Federal Reserve Chairman Bernanke traveled to Capitol Hill this morning for his periodic appearance before the Joint Economic Committee of Congress.
He delivered a careful and balanced view of the economy (a gradual healing in the context of a still-muted outlook growth and jobs), re-iterated the improved banking and financial conditions at home (stressing the major additions to bank capital), and referred to the strains in Europe (acknowledging that they act as a drag on the US economy).
The most interesting aspect related to policy.
1. Certainly in his written submission, but also in the oral responses to questions, Bernanke is trying hard to shift the focus from monetary policy to other areas (particularly fiscal). This speaks to his lack of specificity on future monetary policy actions and to his comment that he would feel much more comfortable if Congress were to take some of the policy burden off the Fed.
2. If this interpretation is correct, Bernanke is following the example of Mario Draghi, the president of European Central Bank . Draghi has been unusually vocal in recent weeks about the need for politicians in Europe to step up to the plate and deliver on their policy responsibilities; and he has been clear about the risk that relying just on the ECB may, in my words, again end up providing a bridge to nowhere.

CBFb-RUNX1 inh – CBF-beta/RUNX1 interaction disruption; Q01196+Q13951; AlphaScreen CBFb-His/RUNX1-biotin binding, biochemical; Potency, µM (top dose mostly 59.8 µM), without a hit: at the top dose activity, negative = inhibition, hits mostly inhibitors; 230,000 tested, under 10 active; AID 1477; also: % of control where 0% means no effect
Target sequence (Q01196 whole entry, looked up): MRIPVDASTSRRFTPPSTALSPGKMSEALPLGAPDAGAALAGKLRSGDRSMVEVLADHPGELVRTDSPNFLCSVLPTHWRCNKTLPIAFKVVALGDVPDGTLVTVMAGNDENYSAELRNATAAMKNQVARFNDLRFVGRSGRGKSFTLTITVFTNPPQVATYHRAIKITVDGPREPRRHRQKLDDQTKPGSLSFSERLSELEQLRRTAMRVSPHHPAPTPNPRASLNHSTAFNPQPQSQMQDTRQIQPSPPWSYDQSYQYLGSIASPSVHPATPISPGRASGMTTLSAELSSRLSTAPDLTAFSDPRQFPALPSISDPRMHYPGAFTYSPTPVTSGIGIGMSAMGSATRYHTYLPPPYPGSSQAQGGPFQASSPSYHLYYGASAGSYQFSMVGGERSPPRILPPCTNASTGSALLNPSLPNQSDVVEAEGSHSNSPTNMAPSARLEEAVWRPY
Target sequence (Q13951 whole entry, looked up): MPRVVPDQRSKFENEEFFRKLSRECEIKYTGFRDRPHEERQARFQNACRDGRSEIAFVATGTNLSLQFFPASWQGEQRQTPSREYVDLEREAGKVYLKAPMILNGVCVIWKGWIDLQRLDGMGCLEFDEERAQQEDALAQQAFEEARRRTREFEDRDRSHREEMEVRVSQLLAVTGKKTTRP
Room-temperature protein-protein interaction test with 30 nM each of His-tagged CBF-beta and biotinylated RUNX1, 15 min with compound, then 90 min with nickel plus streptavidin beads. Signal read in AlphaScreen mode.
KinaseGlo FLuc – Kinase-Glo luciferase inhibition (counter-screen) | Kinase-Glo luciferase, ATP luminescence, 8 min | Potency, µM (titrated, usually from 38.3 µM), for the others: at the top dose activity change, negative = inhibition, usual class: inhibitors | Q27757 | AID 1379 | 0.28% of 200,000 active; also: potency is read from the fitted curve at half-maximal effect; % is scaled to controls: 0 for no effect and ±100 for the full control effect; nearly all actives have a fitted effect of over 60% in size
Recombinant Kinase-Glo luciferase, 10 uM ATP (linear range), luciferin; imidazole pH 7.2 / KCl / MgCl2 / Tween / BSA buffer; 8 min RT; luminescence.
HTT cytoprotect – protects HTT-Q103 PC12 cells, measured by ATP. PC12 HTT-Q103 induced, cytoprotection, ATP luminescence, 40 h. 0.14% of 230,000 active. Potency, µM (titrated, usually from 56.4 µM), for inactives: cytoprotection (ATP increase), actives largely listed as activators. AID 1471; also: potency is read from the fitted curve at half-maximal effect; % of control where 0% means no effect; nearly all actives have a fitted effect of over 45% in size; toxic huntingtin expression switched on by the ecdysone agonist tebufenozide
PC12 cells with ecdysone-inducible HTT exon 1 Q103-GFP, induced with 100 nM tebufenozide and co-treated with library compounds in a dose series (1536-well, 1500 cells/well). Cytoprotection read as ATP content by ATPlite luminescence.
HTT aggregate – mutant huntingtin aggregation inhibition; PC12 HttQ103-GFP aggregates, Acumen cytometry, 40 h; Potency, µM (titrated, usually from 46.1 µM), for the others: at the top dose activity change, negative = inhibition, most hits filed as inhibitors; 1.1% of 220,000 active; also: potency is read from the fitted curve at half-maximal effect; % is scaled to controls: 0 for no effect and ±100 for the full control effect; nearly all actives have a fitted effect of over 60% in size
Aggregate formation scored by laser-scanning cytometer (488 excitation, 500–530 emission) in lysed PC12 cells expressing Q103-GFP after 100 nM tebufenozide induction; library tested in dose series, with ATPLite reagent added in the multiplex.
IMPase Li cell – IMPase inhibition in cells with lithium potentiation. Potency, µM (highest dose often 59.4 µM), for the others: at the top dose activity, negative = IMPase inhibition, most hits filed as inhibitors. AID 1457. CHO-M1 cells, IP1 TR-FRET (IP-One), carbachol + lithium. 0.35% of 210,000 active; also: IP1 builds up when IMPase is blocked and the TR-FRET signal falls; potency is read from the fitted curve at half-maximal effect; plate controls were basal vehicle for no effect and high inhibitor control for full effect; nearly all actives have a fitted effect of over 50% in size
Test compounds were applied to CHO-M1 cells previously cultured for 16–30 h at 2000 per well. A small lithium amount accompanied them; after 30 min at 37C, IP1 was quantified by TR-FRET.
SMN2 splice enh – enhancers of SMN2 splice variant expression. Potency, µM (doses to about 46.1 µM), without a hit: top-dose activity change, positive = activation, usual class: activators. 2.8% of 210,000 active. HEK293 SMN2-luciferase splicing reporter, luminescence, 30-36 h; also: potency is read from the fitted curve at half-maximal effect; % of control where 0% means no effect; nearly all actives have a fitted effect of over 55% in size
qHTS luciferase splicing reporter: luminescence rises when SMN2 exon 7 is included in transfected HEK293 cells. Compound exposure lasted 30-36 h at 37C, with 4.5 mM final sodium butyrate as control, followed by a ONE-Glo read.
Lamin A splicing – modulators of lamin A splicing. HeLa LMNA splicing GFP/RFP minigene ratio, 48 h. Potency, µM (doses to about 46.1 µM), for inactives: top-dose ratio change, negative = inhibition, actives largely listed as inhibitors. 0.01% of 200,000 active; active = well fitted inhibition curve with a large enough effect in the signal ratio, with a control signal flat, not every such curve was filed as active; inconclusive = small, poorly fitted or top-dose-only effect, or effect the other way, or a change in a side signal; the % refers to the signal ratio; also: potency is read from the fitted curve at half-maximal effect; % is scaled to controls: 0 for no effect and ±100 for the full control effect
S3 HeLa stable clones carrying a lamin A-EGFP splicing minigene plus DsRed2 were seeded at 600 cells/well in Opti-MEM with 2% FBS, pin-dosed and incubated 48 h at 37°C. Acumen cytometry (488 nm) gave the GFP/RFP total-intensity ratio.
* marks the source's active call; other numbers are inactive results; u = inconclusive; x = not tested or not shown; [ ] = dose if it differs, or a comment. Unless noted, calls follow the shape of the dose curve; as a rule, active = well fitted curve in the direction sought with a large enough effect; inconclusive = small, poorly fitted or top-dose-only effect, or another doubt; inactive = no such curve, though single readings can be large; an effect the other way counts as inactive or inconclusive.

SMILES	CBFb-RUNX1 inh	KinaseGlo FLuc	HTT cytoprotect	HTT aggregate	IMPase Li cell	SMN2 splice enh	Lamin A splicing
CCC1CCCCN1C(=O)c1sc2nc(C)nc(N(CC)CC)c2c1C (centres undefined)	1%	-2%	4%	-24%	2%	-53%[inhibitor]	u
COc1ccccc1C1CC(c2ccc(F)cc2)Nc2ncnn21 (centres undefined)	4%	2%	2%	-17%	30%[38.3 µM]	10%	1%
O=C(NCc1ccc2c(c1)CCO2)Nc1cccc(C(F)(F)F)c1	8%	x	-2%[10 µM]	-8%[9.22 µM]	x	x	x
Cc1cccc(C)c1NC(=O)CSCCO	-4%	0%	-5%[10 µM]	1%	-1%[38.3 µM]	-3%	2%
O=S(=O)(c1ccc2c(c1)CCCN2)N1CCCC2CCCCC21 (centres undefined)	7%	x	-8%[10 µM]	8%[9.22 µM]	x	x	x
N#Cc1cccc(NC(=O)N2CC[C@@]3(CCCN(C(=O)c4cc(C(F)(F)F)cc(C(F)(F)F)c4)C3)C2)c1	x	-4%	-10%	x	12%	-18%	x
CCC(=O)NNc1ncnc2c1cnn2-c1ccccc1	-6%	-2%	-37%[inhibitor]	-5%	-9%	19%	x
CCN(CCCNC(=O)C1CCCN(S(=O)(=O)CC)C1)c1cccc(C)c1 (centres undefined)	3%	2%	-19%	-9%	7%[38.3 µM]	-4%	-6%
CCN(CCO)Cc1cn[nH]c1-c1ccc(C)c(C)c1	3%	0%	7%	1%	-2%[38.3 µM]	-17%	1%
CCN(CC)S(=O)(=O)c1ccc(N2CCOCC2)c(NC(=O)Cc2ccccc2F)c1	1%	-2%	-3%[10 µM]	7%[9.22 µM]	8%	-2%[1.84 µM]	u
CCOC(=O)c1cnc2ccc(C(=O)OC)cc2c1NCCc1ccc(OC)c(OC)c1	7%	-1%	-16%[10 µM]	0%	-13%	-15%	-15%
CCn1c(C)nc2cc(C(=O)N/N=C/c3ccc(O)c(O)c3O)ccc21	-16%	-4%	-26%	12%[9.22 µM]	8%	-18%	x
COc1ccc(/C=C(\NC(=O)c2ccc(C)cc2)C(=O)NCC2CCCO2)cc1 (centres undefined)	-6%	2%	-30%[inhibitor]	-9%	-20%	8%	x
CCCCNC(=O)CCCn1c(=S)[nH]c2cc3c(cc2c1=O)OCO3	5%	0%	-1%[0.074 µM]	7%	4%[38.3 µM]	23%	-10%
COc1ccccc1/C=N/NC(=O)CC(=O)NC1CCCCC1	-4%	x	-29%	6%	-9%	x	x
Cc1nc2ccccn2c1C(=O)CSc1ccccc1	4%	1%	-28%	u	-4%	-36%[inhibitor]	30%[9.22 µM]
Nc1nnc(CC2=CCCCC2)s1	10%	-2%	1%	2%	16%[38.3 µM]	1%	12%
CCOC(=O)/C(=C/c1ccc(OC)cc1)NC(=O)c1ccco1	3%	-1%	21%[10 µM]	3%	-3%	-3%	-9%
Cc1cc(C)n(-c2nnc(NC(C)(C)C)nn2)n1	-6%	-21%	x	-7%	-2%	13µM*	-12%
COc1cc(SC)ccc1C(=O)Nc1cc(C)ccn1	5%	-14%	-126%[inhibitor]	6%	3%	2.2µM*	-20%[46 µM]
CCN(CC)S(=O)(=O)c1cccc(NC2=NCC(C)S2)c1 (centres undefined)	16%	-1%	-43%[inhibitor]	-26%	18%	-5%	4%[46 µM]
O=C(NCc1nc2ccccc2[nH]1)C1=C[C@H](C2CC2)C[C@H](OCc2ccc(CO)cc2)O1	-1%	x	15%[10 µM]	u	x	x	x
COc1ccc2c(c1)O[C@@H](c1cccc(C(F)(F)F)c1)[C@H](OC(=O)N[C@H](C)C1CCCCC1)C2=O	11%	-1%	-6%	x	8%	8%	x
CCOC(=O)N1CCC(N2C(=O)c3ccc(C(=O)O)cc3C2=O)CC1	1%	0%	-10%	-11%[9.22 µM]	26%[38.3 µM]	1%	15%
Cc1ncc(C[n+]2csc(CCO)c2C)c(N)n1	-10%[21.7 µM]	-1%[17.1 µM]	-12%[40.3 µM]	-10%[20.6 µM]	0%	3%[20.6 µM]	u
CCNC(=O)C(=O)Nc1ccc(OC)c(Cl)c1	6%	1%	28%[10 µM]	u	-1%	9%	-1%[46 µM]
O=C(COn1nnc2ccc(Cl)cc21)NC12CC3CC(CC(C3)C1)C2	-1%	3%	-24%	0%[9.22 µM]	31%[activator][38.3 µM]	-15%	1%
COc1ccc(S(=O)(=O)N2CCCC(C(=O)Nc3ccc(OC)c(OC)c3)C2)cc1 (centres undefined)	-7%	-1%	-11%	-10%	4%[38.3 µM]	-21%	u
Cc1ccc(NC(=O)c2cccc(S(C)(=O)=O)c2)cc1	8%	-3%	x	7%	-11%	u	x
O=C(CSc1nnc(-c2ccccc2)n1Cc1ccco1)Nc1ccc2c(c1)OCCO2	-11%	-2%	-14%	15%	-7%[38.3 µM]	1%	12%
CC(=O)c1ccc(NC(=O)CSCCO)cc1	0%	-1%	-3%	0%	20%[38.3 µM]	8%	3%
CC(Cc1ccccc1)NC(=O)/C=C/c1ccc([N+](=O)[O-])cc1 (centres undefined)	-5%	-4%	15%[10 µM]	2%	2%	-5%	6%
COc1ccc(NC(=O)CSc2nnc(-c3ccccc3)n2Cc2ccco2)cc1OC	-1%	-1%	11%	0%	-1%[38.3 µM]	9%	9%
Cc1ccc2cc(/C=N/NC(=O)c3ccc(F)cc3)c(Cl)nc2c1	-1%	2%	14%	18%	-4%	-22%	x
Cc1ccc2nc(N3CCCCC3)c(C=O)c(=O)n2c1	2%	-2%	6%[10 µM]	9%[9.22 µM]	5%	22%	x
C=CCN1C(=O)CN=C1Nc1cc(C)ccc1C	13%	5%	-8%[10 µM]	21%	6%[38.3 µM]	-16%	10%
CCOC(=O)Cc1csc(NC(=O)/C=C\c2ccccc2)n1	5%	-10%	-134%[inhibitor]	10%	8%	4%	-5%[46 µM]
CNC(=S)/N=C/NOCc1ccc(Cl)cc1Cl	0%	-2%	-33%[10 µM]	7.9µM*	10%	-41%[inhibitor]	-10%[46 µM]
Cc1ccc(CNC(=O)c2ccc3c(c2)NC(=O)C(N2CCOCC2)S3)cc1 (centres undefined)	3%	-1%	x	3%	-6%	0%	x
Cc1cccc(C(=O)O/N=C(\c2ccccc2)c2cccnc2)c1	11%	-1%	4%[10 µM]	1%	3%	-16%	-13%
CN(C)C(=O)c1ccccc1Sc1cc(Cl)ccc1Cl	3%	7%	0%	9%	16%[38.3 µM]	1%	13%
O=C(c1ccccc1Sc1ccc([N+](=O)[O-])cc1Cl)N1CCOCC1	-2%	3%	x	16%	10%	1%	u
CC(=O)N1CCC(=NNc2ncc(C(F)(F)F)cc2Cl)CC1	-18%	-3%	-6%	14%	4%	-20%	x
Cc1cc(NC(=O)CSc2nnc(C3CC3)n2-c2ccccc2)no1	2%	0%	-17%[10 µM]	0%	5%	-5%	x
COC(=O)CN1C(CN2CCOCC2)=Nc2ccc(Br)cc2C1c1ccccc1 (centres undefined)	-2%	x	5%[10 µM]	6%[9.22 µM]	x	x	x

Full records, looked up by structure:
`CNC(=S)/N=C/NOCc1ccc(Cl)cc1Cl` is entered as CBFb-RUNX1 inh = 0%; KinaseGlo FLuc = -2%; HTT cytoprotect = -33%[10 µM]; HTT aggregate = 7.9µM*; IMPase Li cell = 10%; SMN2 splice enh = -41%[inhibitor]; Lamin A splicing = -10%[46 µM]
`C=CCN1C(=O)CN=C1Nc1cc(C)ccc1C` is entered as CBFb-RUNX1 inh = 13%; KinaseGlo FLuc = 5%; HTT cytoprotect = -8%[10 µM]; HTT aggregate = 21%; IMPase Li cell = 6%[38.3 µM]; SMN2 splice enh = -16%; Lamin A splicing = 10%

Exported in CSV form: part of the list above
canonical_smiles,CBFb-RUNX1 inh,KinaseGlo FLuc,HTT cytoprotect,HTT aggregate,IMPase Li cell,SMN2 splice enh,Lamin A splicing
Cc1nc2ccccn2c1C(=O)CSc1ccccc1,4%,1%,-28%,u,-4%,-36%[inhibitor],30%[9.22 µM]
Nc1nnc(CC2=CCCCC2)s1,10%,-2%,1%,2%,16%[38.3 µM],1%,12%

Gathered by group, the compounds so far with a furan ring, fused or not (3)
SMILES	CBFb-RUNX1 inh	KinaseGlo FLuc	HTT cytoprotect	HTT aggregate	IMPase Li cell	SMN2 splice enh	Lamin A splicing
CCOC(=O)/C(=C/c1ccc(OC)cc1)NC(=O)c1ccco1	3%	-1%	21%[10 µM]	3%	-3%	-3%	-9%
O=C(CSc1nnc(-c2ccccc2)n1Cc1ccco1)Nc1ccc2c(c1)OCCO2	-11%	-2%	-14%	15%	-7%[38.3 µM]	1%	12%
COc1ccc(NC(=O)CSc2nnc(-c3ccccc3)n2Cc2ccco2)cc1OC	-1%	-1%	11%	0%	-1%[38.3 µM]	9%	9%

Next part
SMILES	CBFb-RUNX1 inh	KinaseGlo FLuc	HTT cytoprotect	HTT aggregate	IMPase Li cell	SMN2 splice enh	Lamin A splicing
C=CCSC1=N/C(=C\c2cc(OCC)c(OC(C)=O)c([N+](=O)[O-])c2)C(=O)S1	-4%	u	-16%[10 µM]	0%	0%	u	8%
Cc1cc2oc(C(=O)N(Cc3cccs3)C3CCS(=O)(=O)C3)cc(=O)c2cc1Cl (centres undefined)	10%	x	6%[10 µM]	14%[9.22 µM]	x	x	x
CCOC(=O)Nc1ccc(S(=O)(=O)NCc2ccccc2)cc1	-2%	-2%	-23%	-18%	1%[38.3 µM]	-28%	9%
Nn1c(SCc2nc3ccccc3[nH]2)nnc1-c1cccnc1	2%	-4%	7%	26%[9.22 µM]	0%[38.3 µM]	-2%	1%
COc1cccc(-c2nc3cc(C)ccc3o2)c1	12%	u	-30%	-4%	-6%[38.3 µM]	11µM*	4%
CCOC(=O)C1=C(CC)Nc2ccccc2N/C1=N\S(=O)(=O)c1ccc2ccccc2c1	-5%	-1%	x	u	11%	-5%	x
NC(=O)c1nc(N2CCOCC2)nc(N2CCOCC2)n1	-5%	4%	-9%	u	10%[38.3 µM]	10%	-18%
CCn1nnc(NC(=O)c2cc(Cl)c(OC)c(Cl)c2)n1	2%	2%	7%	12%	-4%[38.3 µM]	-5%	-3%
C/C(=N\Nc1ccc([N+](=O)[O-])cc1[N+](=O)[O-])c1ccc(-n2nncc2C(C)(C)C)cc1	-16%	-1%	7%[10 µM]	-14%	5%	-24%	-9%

3. This is all consistent with the growing view in both academic and policy circles that unusual central bank activism is becoming less effective overall. Indeed, Bernanke referred to this in the Q and A. And this relates to both lower expected benefits and the risk of greater collateral damage and unintended consequences.
4. Central bankers are becoming more nuanced and thus differentiating between the trio of policy willingness, ability and effectiveness. They are telling us that they are willing to do more if conditions deteriorate; the ability is there though impacted by imperfect policy instruments; and effectiveness is not what it used to be.
5. There is a risk that central bankers may be ahead of some markets are at this stage. And to reinforce this, just witness the reaction to the announcement out of China earlier today regarding monetary policy changes there.
With an understandable short-term mentality dominating—after all, so many macro factors are in flux these days (economic, financial and political) and thus an "unusually uncertain" outlook— we should expect markets to continue to bundle what central bankers and others feel should be more differentiated. The likely upshot is continued volatility underpinned by alternating periods of risk-on and risk-off.
Mohamed El-Erian is the CEO and Co-CIO of PIMCO, which oversees nearly $1.8 trillion in assets and runs the Pimco Total Return Fund, the largest bond fund in the world. His book, "When Markets Collide," was a New York Times and Wall Street Journal bestseller, won the Financial Times/Goldman Sachs 2008 Business Book of the Year and was named a book of the year by The Economist and one of the best business books of all time by the Independent (UK).